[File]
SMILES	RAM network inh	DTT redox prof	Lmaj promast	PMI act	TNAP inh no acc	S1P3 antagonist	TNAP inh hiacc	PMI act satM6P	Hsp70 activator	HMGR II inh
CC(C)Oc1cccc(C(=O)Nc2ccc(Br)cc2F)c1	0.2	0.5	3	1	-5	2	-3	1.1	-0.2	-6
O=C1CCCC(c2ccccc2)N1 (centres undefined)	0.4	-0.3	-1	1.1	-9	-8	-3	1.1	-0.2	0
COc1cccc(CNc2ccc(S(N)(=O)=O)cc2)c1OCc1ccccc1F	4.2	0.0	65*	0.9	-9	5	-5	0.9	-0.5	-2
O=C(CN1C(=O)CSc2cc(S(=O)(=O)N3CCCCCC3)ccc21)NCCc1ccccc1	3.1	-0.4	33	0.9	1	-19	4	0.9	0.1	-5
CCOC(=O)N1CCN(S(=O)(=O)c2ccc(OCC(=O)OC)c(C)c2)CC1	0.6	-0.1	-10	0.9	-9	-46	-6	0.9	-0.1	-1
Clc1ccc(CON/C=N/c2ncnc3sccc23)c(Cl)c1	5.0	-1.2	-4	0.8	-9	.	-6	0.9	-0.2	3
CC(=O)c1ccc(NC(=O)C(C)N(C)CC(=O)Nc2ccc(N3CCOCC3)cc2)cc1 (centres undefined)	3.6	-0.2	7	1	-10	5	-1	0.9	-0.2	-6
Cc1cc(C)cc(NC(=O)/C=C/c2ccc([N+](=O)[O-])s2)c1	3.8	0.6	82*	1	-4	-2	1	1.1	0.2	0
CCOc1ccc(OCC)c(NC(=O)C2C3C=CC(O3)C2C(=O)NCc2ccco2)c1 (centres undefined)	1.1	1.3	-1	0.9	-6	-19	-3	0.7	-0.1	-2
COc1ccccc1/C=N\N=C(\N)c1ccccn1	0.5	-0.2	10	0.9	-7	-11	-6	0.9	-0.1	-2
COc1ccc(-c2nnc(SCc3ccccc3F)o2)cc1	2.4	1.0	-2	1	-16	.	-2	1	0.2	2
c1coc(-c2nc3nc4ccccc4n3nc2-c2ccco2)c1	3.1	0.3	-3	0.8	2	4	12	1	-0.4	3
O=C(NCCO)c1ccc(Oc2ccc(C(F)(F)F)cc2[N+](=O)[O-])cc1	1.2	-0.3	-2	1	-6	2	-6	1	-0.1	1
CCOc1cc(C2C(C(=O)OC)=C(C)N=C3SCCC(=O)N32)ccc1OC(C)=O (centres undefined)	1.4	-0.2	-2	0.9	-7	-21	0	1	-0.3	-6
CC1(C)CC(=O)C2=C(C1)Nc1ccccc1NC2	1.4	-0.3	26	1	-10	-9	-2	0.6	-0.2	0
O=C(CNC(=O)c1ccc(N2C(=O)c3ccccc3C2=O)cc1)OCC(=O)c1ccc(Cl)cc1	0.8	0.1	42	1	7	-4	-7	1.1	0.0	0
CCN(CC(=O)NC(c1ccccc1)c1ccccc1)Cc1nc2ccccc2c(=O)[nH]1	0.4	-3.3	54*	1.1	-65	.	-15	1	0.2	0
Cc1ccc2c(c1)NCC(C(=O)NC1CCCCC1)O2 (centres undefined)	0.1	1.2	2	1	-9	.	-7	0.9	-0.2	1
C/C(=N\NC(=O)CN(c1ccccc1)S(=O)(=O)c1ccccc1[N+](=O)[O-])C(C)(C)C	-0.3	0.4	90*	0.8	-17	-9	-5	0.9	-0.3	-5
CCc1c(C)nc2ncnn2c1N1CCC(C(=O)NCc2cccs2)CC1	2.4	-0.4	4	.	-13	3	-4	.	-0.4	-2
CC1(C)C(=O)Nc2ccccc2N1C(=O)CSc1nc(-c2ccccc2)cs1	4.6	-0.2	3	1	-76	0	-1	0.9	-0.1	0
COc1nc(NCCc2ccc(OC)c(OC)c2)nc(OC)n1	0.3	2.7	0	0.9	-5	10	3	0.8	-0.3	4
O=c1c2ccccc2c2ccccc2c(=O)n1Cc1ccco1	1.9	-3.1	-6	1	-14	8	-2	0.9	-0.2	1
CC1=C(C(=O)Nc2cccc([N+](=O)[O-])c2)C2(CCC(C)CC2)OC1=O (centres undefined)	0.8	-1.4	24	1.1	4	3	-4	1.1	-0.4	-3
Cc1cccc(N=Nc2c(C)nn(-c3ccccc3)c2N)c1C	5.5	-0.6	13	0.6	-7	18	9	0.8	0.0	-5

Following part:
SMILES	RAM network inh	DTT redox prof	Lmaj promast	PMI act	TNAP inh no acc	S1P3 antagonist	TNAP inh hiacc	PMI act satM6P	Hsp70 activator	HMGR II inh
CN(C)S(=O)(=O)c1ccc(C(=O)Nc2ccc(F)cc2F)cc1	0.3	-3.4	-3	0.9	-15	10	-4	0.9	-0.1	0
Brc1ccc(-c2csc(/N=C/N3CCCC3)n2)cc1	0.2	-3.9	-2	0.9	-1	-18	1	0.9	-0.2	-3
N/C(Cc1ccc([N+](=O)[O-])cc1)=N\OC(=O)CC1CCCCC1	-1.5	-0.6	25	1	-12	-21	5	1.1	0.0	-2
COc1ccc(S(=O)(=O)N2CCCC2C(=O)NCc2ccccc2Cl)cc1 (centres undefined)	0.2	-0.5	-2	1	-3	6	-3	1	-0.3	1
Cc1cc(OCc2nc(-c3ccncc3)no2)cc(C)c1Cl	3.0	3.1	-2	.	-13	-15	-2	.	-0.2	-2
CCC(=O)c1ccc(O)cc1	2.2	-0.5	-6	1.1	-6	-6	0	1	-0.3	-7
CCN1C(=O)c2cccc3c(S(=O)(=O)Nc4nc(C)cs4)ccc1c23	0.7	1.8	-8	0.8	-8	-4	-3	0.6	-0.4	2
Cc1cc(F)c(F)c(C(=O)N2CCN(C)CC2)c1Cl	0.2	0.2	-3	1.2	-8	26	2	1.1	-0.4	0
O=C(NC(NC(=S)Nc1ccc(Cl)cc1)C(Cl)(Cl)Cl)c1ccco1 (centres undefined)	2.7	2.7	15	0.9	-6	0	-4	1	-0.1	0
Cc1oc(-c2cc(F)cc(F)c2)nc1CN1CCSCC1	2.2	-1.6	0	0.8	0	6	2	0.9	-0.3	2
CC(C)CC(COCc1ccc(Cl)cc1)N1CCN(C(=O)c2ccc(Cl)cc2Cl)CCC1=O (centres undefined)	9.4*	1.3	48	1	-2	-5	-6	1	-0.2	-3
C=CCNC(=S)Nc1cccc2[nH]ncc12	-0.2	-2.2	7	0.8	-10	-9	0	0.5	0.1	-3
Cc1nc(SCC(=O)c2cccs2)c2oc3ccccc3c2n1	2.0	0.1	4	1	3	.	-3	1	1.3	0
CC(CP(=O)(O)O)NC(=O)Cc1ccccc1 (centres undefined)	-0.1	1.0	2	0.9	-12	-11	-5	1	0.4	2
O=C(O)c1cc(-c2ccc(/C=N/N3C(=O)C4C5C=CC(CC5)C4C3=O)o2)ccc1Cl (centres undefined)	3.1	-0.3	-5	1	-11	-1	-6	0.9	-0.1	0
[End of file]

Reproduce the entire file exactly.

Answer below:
SMILES	RAM network inh	DTT redox prof	Lmaj promast	PMI act	TNAP inh no acc	S1P3 antagonist	TNAP inh hiacc	PMI act satM6P	Hsp70 activator	HMGR II inh
CC(C)Oc1cccc(C(=O)Nc2ccc(Br)cc2F)c1	0.2	0.5	3	1	-5	2	-3	1.1	-0.2	-6
O=C1CCCC(c2ccccc2)N1 (centres undefined)	0.4	-0.3	-1	1.1	-9	-8	-3	1.1	-0.2	0
COc1cccc(CNc2ccc(S(N)(=O)=O)cc2)c1OCc1ccccc1F	4.2	0.0	65*	0.9	-9	5	-5	0.9	-0.5	-2
O=C(CN1C(=O)CSc2cc(S(=O)(=O)N3CCCCCC3)ccc21)NCCc1ccccc1	3.1	-0.4	33	0.9	1	-19	4	0.9	0.1	-5
CCOC(=O)N1CCN(S(=O)(=O)c2ccc(OCC(=O)OC)c(C)c2)CC1	0.6	-0.1	-10	0.9	-9	-46	-6	0.9	-0.1	-1
Clc1ccc(CON/C=N/c2ncnc3sccc23)c(Cl)c1	5.0	-1.2	-4	0.8	-9	.	-6	0.9	-0.2	3
CC(=O)c1ccc(NC(=O)C(C)N(C)CC(=O)Nc2ccc(N3CCOCC3)cc2)cc1 (centres undefined)	3.6	-0.2	7	1	-10	5	-1	0.9	-0.2	-6
Cc1cc(C)cc(NC(=O)/C=C/c2ccc([N+](=O)[O-])s2)c1	3.8	0.6	82*	1	-4	-2	1	1.1	0.2	0
CCOc1ccc(OCC)c(NC(=O)C2C3C=CC(O3)C2C(=O)NCc2ccco2)c1 (centres undefined)	1.1	1.3	-1	0.9	-6	-19	-3	0.7	-0.1	-2
COc1ccccc1/C=N\N=C(\N)c1ccccn1	0.5	-0.2	10	0.9	-7	-11	-6	0.9	-0.1	-2
COc1ccc(-c2nnc(SCc3ccccc3F)o2)cc1	2.4	1.0	-2	1	-16	.	-2	1	0.2	2
c1coc(-c2nc3nc4ccccc4n3nc2-c2ccco2)c1	3.1	0.3	-3	0.8	2	4	12	1	-0.4	3
O=C(NCCO)c1ccc(Oc2ccc(C(F)(F)F)cc2[N+](=O)[O-])cc1	1.2	-0.3	-2	1	-6	2	-6	1	-0.1	1
CCOc1cc(C2C(C(=O)OC)=C(C)N=C3SCCC(=O)N32)ccc1OC(C)=O (centres undefined)	1.4	-0.2	-2	0.9	-7	-21	0	1	-0.3	-6
CC1(C)CC(=O)C2=C(C1)Nc1ccccc1NC2	1.4	-0.3	26	1	-10	-9	-2	0.6	-0.2	0
O=C(CNC(=O)c1ccc(N2C(=O)c3ccccc3C2=O)cc1)OCC(=O)c1ccc(Cl)cc1	0.8	0.1	42	1	7	-4	-7	1.1	0.0	0
CCN(CC(=O)NC(c1ccccc1)c1ccccc1)Cc1nc2ccccc2c(=O)[nH]1	0.4	-3.3	54*	1.1	-65	.	-15	1	0.2	0
Cc1ccc2c(c1)NCC(C(=O)NC1CCCCC1)O2 (centres undefined)	0.1	1.2	2	1	-9	.	-7	0.9	-0.2	1
C/C(=N\NC(=O)CN(c1ccccc1)S(=O)(=O)c1ccccc1[N+](=O)[O-])C(C)(C)C	-0.3	0.4	90*	0.8	-17	-9	-5	0.9	-0.3	-5
CCc1c(C)nc2ncnn2c1N1CCC(C(=O)NCc2cccs2)CC1	2.4	-0.4	4	.	-13	3	-4	.	-0.4	-2
CC1(C)C(=O)Nc2ccccc2N1C(=O)CSc1nc(-c2ccccc2)cs1	4.6	-0.2	3	1	-76	0	-1	0.9	-0.1	0
COc1nc(NCCc2ccc(OC)c(OC)c2)nc(OC)n1	0.3	2.7	0	0.9	-5	10	3	0.8	-0.3	4
O=c1c2ccccc2c2ccccc2c(=O)n1Cc1ccco1	1.9	-3.1	-6	1	-14	8	-2	0.9	-0.2	1
CC1=C(C(=O)Nc2cccc([N+](=O)[O-])c2)C2(CCC(C)CC2)OC1=O (centres undefined)	0.8	-1.4	24	1.1	4	3	-4	1.1	-0.4	-3
Cc1cccc(N=Nc2c(C)nn(-c3ccccc3)c2N)c1C	5.5	-0.6	13	0.6	-7	18	9	0.8	0.0	-5

Following part:
SMILES	RAM network inh	DTT redox prof	Lmaj promast	PMI act	TNAP inh no acc	S1P3 antagonist	TNAP inh hiacc	PMI act satM6P	Hsp70 activator	HMGR II inh
CN(C)S(=O)(=O)c1ccc(C(=O)Nc2ccc(F)cc2F)cc1	0.3	-3.4	-3	0.9	-15	10	-4	0.9	-0.1	0
Brc1ccc(-c2csc(/N=C/N3CCCC3)n2)cc1	0.2	-3.9	-2	0.9	-1	-18	1	0.9	-0.2	-3
N/C(Cc1ccc([N+](=O)[O-])cc1)=N\OC(=O)CC1CCCCC1	-1.5	-0.6	25	1	-12	-21	5	1.1	0.0	-2
COc1ccc(S(=O)(=O)N2CCCC2C(=O)NCc2ccccc2Cl)cc1 (centres undefined)	0.2	-0.5	-2	1	-3	6	-3	1	-0.3	1
Cc1cc(OCc2nc(-c3ccncc3)no2)cc(C)c1Cl	3.0	3.1	-2	.	-13	-15	-2	.	-0.2	-2
CCC(=O)c1ccc(O)cc1	2.2	-0.5	-6	1.1	-6	-6	0	1	-0.3	-7
CCN1C(=O)c2cccc3c(S(=O)(=O)Nc4nc(C)cs4)ccc1c23	0.7	1.8	-8	0.8	-8	-4	-3	0.6	-0.4	2
Cc1cc(F)c(F)c(C(=O)N2CCN(C)CC2)c1Cl	0.2	0.2	-3	1.2	-8	26	2	1.1	-0.4	0
O=C(NC(NC(=S)Nc1ccc(Cl)cc1)C(Cl)(Cl)Cl)c1ccco1 (centres undefined)	2.7	2.7	15	0.9	-6	0	-4	1	-0.1	0
Cc1oc(-c2cc(F)cc(F)c2)nc1CN1CCSCC1	2.2	-1.6	0	0.8	0	6	2	0.9	-0.3	2
CC(C)CC(COCc1ccc(Cl)cc1)N1CCN(C(=O)c2ccc(Cl)cc2Cl)CCC1=O (centres undefined)	9.4*	1.3	48	1	-2	-5	-6	1	-0.2	-3
C=CCNC(=S)Nc1cccc2[nH]ncc12	-0.2	-2.2	7	0.8	-10	-9	0	0.5	0.1	-3
Cc1nc(SCC(=O)c2cccs2)c2oc3ccccc3c2n1	2.0	0.1	4	1	3	.	-3	1	1.3	0
CC(CP(=O)(O)O)NC(=O)Cc1ccccc1 (centres undefined)	-0.1	1.0	2	0.9	-12	-11	-5	1	0.4	2
O=C(O)c1cc(-c2ccc(/C=N/N3C(=O)C4C5C=CC(CC5)C4C3=O)o2)ccc1Cl (centres undefined)	3.1	-0.3	-5	1	-11	-1	-6	0.9	-0.1	0